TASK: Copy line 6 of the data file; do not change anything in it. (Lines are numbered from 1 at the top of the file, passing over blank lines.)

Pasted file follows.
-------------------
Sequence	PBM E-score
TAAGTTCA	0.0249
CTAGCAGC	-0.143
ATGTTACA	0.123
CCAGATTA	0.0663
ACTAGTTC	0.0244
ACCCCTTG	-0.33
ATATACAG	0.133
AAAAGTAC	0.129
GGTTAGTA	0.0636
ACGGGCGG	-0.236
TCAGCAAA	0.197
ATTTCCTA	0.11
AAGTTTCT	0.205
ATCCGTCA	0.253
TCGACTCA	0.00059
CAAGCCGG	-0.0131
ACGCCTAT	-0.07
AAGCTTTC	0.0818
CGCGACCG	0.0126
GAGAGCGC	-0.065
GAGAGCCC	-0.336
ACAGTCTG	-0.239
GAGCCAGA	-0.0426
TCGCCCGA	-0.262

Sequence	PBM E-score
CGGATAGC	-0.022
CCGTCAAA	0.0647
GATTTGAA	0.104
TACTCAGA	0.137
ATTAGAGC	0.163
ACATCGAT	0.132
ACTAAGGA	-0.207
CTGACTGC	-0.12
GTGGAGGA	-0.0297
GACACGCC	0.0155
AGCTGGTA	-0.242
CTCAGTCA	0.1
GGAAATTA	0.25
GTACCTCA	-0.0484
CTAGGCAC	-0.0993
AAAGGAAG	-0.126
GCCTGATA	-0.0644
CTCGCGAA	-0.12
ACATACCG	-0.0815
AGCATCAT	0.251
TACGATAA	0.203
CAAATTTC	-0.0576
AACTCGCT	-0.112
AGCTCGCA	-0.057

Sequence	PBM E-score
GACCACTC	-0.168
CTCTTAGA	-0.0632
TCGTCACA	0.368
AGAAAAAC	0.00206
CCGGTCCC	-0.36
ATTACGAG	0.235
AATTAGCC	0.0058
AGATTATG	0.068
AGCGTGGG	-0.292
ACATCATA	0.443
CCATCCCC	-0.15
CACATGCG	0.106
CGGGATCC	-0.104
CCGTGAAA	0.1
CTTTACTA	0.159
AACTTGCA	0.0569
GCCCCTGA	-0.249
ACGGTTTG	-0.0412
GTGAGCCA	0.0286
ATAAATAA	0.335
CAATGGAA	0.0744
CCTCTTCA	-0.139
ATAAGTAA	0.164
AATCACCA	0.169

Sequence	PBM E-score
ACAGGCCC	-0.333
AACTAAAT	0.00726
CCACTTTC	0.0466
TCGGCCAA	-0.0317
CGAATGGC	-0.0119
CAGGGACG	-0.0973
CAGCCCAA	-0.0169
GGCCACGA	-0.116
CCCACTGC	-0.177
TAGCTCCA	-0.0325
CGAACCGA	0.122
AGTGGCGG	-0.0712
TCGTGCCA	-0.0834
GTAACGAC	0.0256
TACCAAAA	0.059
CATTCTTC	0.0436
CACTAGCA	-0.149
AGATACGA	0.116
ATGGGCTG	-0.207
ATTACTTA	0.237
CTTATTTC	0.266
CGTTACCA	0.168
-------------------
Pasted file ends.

ACTAGTTC	0.0244